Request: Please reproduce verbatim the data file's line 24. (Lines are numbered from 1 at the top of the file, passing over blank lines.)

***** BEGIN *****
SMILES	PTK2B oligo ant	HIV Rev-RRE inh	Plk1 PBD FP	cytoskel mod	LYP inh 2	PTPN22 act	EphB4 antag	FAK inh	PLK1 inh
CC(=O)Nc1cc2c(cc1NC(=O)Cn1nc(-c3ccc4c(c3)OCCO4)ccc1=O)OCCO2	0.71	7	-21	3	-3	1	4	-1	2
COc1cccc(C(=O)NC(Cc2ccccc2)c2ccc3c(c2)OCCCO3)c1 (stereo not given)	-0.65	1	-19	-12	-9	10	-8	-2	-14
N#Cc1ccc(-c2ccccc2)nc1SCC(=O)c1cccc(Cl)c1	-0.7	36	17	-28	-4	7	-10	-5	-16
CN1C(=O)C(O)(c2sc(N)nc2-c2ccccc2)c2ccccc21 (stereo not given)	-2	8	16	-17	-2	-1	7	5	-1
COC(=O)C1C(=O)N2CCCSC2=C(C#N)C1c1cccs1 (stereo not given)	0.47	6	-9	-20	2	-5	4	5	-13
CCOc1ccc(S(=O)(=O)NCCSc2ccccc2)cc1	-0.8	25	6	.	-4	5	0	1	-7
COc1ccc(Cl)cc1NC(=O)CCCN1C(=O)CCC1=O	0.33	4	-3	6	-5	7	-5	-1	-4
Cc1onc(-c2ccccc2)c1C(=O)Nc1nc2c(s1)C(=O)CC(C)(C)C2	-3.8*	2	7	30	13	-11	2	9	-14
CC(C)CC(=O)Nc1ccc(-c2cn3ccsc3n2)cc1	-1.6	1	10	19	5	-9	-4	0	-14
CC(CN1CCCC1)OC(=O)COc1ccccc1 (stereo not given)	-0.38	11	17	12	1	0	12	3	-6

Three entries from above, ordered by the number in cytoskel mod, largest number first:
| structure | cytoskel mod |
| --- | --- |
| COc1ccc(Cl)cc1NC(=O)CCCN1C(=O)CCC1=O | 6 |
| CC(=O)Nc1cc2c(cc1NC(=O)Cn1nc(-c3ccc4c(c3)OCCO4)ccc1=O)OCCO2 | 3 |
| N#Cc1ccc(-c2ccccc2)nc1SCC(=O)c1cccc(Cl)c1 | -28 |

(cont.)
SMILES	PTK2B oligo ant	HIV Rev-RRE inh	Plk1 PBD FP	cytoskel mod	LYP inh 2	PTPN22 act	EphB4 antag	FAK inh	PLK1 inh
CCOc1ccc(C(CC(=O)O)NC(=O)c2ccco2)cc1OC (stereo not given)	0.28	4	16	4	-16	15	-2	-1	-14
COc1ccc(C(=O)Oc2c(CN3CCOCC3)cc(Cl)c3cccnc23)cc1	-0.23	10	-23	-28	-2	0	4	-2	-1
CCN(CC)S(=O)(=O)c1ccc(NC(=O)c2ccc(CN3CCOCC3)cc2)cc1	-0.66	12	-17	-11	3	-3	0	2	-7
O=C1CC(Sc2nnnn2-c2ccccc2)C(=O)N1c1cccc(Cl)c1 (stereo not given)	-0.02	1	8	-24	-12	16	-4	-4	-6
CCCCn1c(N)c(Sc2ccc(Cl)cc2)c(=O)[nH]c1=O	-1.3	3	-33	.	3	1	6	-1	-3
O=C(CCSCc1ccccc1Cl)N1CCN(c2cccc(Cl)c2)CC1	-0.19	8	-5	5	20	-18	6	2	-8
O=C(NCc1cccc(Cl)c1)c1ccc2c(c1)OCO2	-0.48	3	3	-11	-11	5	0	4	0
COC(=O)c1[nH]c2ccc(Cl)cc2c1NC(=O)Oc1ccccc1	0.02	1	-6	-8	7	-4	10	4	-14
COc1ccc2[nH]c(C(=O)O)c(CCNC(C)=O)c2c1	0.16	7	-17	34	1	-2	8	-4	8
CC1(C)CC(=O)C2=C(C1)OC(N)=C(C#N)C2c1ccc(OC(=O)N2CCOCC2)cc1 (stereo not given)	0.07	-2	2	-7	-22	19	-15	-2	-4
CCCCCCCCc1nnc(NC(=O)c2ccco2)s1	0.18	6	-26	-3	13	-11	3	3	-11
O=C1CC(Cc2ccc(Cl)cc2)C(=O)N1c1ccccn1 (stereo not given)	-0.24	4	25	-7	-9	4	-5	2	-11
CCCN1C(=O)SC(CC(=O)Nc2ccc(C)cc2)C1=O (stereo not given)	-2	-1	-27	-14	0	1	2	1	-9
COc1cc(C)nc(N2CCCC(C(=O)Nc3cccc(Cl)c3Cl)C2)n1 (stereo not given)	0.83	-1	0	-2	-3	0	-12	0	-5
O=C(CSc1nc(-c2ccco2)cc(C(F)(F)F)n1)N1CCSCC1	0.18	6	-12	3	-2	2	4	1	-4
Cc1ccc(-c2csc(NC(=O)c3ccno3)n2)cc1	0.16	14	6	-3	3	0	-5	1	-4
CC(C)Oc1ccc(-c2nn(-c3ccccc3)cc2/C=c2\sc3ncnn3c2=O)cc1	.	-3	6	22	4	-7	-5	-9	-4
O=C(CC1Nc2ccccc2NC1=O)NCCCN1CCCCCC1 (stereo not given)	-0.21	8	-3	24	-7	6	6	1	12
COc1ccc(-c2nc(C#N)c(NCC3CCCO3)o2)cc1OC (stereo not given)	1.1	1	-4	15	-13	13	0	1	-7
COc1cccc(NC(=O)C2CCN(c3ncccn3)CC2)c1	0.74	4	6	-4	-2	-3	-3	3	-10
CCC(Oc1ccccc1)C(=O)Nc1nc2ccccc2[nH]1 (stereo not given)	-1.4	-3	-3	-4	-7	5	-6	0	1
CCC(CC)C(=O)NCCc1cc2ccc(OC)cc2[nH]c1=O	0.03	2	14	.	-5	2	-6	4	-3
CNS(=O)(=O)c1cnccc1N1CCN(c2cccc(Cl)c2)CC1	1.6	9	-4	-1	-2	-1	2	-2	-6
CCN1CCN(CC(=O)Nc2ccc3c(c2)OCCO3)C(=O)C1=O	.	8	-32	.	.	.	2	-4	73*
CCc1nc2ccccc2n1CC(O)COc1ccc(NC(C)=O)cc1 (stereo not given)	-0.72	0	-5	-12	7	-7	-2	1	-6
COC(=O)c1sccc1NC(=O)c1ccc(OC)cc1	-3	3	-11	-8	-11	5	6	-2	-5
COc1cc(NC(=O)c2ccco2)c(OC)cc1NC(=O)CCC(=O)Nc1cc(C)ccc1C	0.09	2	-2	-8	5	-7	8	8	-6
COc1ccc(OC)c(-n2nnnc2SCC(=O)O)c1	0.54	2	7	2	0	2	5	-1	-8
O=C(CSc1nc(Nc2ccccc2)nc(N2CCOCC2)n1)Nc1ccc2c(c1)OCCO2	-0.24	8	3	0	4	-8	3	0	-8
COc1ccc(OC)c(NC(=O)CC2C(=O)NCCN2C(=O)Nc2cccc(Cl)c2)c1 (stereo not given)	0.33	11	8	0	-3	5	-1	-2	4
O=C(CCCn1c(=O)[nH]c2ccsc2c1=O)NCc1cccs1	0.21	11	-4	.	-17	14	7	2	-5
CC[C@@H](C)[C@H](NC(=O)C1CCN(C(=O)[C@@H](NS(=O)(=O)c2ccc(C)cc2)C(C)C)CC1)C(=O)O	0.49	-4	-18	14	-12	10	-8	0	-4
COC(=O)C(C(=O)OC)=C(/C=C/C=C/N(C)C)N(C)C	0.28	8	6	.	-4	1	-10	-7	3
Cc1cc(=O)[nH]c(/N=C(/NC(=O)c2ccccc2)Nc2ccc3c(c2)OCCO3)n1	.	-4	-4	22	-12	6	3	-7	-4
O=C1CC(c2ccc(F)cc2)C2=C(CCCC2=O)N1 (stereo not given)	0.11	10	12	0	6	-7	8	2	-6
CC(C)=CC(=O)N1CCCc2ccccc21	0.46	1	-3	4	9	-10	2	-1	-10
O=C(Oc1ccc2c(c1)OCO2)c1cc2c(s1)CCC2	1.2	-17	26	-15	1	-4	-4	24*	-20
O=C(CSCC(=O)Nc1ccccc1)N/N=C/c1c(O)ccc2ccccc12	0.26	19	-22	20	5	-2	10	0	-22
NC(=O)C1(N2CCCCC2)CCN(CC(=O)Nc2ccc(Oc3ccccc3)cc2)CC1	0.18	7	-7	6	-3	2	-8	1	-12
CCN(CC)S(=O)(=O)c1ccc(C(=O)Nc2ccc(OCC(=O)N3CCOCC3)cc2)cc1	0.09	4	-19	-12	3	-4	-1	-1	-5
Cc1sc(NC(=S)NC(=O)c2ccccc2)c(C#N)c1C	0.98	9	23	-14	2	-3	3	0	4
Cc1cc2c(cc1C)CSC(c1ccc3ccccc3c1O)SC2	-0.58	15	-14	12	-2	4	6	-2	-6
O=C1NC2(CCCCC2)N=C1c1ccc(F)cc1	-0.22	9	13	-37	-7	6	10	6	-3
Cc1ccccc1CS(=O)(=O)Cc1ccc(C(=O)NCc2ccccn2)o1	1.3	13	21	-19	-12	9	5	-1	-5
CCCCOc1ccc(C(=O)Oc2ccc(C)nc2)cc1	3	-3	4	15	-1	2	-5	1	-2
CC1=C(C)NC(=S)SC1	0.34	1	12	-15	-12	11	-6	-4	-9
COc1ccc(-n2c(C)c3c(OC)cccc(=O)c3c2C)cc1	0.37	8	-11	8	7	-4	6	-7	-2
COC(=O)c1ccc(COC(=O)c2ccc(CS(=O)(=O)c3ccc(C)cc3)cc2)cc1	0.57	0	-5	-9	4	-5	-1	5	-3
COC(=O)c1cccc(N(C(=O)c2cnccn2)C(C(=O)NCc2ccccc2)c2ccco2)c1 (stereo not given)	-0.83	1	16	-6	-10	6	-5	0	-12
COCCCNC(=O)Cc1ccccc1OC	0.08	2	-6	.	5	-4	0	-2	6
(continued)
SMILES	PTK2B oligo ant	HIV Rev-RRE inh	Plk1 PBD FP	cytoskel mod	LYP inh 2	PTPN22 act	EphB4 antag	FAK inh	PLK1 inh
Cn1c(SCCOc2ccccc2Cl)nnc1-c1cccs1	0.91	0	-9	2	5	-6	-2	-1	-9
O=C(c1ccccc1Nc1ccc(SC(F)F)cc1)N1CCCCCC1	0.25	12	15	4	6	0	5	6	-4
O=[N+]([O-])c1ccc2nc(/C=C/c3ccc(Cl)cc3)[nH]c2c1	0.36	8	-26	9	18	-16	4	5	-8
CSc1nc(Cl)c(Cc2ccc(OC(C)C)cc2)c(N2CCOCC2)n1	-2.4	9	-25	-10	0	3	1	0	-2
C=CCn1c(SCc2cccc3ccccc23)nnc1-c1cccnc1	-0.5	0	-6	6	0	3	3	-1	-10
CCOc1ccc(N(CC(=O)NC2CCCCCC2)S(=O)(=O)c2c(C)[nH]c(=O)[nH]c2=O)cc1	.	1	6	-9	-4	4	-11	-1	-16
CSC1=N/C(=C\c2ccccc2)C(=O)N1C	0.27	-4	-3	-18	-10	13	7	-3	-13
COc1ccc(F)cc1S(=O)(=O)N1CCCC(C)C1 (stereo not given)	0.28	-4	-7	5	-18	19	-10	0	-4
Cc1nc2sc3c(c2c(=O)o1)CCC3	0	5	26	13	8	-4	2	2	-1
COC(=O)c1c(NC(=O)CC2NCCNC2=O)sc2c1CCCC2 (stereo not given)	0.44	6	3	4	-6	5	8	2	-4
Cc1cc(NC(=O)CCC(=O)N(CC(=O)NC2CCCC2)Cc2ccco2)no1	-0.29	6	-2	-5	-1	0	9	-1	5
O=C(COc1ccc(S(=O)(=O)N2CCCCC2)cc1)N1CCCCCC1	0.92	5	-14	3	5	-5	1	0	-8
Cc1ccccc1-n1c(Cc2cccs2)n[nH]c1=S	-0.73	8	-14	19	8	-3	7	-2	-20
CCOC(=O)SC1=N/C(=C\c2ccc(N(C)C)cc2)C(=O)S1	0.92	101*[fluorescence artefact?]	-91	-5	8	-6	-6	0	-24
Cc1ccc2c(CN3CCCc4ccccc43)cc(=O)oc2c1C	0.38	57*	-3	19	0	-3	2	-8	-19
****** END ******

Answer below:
CCCCn1c(N)c(Sc2ccc(Cl)cc2)c(=O)[nH]c1=O	-1.3	3	-33	.	3	1	6	-1	-3